And I guess that’s a larger complaint about library school as a whole. It focuses a lot on the theoretical underpinnings of librarianship (which don’t get me wrong, are important), but man the day-to-day stuff that’s just as important really gets shoved to the side.
My library has four full-time youth services focused librarians and two part-time librarians on staff which means I have a lot of awesome coworkers and we all get to split up ordering responsibilities. At the moment, I order for five collections: easy readers, intermediates, holiday books, world language books, and audio visual materials.
I really enjoy ordering books. It’s fun to look through our distributors website (despite its unfriendly user interface). It’s also stressful. There are so many books out there, and you can’t order all of them. Also because I have other responsibilities to balance at work, I often get close to the ordering deadline for the week and scramble. As I figure out what the average day/week looks like for me (if there is such a thing), I hope to work in more time to intentionally work on collection development rather than feeling like I’m scrambling to keep up the sections I was assigned.
Part of that is also getting familiar with what my collections have. I know what Easy Readers kids look for often and I’m familiar with popular intermediate series, but I’m less aware of what easy reader non-fiction I should be ordering and I’m completely out of my element in terms of world language books. This is a big area of growth for me.
One weird area of transition that I didn’t anticipate was the weird things that come up because I moved from part-time to full-time at the same library. I went from having to ask for permission for any special projects I might want to work on, to having (almost) free rein on planning programs and undertaking projects. I only have to check with my supervisor to get time in my schedule to work on projects or take meetings. I find myself wanting second opinions a lot about programming, or designing marketing materials, or collection things.
While some of those things are important to get other opinions on, especially from people more experienced than myself, I’m trying to remind myself that I was hired for a reason. There are things where I can trust my gut and just do the thing instead of double checking with someone else that they think it’s the right call.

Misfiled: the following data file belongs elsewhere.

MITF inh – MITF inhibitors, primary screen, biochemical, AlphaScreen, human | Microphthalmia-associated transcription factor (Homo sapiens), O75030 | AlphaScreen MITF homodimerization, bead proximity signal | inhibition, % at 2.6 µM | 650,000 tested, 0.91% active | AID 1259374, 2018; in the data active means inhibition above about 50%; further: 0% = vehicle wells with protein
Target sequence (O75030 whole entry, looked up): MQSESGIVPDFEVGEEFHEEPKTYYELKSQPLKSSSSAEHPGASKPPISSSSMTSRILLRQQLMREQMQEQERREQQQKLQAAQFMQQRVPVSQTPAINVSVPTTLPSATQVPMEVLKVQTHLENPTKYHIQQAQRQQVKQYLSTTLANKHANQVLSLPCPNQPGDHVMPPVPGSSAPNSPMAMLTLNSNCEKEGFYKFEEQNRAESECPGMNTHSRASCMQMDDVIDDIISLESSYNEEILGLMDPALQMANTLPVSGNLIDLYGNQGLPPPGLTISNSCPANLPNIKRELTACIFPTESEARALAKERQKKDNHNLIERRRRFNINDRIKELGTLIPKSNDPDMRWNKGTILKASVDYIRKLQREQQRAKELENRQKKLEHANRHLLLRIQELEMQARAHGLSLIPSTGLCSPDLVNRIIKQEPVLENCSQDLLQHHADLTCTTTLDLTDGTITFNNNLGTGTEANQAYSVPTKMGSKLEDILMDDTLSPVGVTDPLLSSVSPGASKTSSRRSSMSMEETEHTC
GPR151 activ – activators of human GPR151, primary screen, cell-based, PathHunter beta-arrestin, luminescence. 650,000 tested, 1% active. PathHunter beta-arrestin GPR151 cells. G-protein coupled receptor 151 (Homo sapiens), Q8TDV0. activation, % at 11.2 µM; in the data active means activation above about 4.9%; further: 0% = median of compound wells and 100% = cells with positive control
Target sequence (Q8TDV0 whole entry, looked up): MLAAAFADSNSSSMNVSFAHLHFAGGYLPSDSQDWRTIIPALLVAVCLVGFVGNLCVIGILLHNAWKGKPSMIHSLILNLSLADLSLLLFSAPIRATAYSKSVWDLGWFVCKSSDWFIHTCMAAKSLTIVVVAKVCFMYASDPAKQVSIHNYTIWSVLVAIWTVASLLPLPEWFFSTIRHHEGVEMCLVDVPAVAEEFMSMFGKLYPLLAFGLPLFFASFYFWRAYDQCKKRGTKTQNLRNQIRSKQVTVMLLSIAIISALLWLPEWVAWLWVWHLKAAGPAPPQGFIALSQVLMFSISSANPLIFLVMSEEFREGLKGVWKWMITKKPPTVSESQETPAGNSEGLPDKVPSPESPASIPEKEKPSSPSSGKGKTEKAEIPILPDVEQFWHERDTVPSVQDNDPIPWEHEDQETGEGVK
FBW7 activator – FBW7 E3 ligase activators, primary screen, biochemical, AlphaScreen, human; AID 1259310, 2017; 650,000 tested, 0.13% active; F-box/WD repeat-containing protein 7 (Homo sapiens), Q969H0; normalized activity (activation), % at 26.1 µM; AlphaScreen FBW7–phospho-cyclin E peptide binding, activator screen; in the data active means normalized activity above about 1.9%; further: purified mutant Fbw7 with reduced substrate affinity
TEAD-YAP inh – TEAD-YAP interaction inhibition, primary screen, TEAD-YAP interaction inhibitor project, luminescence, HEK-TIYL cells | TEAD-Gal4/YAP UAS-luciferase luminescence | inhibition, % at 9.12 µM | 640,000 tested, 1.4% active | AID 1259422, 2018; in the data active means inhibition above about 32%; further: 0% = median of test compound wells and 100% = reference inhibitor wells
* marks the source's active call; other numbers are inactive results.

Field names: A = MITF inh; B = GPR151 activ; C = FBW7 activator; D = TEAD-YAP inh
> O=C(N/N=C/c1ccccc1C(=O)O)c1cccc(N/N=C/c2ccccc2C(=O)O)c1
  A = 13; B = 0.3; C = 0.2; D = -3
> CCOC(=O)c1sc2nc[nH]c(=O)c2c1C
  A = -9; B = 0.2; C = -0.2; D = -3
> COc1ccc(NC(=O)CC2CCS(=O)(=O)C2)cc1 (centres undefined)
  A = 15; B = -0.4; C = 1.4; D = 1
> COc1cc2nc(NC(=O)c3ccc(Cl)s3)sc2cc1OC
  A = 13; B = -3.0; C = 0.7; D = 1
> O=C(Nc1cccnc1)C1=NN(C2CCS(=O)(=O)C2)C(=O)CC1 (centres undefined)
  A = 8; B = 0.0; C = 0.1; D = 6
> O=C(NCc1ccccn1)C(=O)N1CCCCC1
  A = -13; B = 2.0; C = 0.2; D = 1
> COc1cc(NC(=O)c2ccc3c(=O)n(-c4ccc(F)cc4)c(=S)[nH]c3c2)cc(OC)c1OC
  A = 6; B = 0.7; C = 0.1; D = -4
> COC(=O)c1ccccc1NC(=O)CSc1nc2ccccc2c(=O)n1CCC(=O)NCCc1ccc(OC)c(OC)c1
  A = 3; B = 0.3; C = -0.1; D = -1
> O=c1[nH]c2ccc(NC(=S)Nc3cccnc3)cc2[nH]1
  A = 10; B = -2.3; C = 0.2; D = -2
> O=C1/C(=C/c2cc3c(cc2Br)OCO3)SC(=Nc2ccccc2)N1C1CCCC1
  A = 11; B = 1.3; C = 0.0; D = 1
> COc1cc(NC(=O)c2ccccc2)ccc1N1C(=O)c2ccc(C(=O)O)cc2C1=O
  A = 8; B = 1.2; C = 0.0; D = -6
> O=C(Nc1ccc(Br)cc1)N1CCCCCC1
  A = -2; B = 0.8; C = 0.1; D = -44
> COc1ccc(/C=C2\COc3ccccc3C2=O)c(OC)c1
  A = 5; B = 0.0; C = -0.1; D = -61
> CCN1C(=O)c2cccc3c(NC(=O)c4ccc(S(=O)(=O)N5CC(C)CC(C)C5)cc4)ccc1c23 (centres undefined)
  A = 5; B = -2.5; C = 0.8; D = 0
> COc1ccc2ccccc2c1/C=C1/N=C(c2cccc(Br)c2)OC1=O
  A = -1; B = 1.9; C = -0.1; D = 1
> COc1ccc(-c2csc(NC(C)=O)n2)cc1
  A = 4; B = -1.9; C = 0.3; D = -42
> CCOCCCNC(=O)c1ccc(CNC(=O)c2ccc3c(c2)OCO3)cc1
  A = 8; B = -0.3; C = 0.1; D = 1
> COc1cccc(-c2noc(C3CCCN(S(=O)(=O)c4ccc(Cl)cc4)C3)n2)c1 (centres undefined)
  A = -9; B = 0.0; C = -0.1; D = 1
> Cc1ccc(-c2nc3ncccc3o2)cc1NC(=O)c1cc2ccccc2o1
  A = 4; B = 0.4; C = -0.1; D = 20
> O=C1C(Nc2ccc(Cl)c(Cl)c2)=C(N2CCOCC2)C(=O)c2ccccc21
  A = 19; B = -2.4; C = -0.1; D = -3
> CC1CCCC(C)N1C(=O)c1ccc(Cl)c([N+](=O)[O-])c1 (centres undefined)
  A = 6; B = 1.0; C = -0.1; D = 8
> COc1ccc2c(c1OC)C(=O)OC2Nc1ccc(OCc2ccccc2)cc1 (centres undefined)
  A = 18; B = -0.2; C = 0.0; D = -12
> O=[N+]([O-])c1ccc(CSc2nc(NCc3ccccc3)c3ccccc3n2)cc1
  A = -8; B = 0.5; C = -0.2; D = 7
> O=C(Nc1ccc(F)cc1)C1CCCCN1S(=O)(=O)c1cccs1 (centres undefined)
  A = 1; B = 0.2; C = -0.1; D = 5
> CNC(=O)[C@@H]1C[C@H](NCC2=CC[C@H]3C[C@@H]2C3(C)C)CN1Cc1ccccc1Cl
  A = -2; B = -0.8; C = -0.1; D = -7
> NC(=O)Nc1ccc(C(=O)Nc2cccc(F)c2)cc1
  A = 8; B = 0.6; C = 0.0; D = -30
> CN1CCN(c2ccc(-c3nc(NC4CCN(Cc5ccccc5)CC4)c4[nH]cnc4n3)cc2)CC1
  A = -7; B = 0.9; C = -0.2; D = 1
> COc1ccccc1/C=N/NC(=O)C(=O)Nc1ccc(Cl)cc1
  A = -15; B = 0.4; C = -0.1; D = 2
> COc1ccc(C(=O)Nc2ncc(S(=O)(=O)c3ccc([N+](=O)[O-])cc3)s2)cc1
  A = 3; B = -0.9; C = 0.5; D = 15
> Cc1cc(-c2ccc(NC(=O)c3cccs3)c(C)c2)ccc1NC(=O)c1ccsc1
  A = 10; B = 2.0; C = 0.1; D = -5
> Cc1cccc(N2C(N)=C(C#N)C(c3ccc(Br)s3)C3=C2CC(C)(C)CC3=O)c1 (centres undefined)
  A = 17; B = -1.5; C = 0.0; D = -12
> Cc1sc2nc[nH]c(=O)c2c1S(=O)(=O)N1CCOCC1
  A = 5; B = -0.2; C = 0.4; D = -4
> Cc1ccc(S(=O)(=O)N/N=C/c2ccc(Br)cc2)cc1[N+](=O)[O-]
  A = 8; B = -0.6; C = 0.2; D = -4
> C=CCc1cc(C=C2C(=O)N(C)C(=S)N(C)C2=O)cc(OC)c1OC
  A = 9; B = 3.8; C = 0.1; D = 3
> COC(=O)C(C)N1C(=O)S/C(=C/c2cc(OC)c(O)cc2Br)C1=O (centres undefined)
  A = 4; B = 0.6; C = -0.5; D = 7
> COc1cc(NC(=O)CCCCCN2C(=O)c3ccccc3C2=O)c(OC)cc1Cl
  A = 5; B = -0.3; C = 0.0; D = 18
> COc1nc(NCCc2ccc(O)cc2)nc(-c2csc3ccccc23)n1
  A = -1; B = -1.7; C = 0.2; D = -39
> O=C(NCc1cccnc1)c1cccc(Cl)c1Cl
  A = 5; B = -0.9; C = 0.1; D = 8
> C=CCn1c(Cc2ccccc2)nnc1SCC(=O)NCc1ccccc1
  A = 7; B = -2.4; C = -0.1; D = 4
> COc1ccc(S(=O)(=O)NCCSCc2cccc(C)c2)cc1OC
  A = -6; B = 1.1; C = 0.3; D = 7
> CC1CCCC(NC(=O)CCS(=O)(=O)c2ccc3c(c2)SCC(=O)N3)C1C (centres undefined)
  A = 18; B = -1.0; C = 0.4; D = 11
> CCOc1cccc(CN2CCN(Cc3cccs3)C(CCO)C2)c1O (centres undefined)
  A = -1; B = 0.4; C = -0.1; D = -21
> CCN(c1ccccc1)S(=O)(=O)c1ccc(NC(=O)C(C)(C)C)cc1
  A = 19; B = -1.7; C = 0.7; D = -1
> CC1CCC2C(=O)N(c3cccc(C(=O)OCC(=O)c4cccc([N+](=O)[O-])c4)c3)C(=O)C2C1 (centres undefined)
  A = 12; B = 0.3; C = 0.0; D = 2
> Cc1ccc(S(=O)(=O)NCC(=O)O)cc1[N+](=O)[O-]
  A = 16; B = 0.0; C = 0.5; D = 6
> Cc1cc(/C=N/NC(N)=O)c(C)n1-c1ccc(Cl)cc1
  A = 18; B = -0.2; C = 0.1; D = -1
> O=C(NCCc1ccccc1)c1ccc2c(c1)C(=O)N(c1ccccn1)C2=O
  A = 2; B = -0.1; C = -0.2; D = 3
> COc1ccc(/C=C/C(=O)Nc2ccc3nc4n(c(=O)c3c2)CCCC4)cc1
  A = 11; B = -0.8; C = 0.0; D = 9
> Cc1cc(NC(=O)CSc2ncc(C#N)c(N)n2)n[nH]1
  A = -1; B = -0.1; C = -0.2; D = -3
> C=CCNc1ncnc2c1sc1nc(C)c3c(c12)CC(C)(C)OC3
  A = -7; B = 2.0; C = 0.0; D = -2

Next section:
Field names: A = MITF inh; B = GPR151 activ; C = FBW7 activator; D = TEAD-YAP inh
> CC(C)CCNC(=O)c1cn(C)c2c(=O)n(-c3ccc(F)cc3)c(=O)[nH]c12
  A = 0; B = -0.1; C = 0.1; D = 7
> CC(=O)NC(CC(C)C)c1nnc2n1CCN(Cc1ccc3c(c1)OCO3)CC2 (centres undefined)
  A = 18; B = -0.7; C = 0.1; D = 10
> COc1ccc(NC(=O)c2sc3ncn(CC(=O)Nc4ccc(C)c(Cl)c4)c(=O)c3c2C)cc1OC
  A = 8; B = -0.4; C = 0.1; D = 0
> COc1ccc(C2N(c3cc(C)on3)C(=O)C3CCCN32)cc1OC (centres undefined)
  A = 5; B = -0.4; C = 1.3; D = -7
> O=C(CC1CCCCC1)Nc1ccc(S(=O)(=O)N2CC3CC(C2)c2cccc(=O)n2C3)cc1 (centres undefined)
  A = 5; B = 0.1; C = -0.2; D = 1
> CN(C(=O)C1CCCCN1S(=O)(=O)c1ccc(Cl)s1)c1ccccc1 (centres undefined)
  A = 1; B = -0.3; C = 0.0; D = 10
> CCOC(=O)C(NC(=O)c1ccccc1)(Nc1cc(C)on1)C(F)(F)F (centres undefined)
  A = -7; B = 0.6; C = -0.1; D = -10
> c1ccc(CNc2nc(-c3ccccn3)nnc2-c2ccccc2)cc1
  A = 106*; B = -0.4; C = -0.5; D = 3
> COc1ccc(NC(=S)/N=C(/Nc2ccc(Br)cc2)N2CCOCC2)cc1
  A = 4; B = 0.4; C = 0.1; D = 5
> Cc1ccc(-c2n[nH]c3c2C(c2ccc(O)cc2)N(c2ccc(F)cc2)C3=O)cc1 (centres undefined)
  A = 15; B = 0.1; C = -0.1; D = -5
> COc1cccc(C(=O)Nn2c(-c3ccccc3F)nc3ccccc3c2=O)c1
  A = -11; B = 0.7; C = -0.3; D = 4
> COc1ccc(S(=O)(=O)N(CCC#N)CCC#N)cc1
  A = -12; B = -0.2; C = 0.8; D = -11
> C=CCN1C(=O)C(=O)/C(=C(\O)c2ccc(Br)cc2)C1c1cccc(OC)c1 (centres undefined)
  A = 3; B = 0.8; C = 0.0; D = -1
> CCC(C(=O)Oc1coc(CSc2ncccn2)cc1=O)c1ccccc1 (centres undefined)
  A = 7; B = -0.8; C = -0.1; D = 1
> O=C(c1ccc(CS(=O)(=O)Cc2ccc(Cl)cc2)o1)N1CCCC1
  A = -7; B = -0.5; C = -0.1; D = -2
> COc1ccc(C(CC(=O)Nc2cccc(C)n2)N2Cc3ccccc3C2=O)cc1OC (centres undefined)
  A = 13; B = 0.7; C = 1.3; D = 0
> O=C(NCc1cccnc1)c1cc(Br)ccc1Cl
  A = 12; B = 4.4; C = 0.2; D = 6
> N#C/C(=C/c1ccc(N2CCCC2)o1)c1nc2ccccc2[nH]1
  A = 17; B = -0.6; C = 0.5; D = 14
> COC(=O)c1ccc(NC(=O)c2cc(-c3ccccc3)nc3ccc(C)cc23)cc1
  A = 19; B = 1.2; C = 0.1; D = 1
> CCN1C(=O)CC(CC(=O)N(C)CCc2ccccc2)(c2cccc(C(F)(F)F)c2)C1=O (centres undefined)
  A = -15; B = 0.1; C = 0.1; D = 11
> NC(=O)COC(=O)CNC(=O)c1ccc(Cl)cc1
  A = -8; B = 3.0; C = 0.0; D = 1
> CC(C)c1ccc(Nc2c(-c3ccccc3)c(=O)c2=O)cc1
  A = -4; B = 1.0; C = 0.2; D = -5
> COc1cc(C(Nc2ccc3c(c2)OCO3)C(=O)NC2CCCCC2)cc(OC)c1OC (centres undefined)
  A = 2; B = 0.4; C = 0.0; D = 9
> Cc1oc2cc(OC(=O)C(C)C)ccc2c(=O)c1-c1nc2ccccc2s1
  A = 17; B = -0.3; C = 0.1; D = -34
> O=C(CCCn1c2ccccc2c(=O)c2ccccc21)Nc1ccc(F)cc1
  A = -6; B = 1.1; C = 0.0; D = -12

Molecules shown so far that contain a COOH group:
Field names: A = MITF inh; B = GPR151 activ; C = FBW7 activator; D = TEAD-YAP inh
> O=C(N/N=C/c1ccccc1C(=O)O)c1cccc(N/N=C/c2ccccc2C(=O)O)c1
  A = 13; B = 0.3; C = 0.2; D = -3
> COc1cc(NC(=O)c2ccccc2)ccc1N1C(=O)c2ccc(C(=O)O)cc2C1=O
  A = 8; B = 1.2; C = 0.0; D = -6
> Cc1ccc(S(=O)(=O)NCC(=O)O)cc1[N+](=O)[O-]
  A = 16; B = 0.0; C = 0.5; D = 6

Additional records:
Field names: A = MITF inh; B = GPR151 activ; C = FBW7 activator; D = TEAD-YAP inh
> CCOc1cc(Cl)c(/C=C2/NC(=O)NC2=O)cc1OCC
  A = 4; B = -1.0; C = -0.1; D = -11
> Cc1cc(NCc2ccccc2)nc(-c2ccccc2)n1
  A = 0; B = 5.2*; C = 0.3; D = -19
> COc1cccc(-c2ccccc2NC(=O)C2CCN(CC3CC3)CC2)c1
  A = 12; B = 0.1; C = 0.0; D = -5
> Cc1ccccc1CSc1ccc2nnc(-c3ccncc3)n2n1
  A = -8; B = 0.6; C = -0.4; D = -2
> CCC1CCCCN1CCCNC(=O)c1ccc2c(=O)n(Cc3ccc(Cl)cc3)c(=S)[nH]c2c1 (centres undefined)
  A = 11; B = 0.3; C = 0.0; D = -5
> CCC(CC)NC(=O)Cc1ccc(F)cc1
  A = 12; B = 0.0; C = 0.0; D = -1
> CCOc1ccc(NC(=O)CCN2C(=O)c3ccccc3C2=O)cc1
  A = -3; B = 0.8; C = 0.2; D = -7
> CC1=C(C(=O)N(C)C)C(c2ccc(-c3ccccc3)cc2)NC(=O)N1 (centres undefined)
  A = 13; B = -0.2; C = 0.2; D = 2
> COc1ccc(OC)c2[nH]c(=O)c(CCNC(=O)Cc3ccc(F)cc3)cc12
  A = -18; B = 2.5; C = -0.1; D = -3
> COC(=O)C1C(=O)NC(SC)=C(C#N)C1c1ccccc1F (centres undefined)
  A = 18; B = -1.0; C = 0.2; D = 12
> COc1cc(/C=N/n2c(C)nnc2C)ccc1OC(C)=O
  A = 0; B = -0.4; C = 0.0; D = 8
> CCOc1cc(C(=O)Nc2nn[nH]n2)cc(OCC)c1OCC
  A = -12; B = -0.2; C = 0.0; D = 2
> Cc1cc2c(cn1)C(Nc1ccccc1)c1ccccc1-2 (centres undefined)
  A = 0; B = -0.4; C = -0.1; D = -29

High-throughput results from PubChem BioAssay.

I also went from being a part-time library assistant to having a small supervisory capacity of the library assistants (though not fully, that’s my actual supervisors job). But I can delegate projects to part-time people now, and they come to me for questions that I don’t necessarily have all the answers for yet in terms of how to handle problem situations.
It’s not been too bad, but sometimes I struggle with directing the work on the part-time folks are significantly older than I am. One of our part-time staff is also my roommate, so I have to sort of balance this professional/supervisory line while also living with and enjoying spending time with her outside of work.
This is one area where I have no idea how to manage my comfortability level other than just doing what feels best and right in the moment and checking in with my supervisor if I’m struggling or feel like I’ve maybe overstepped in some way.
Working full-time is definitely a different beast than working part-time while being a full-time student. It’s nice that work mostly stops at the library unlike school work. However, I find myself coming home tired and unmotivated to do anything other than scroll social media or watch TV. I’ve recently realized that I tend to have more energy to do things I enjoy in the morning, rather than at night, so I’m trying to figure out how to balance the things I enjoy (writing, blogging, embroidery) with the lack of energy that I feel by the time I commute home. I am still finding a lot of time to read for pleasure which is one plus, but I’m still working on figuring out how I want to spend my out of work time now that I have more of it, but I have less energy when I do have non-weekend time available.
I’ve got a lot to learn and a lot I want to work on professionally. I’m joining a few library-wide committees, I’m reading librarian blogs to get ideas, I’m chatting with my coworkers about books and professional things. A couple of them started in the same position as me, moving from part-time to full-time. Even writing this blog post feels like it’s helped me conceptualize some of the thoughts and experiences I’ve been having but haven’t actively worked to write down or explore.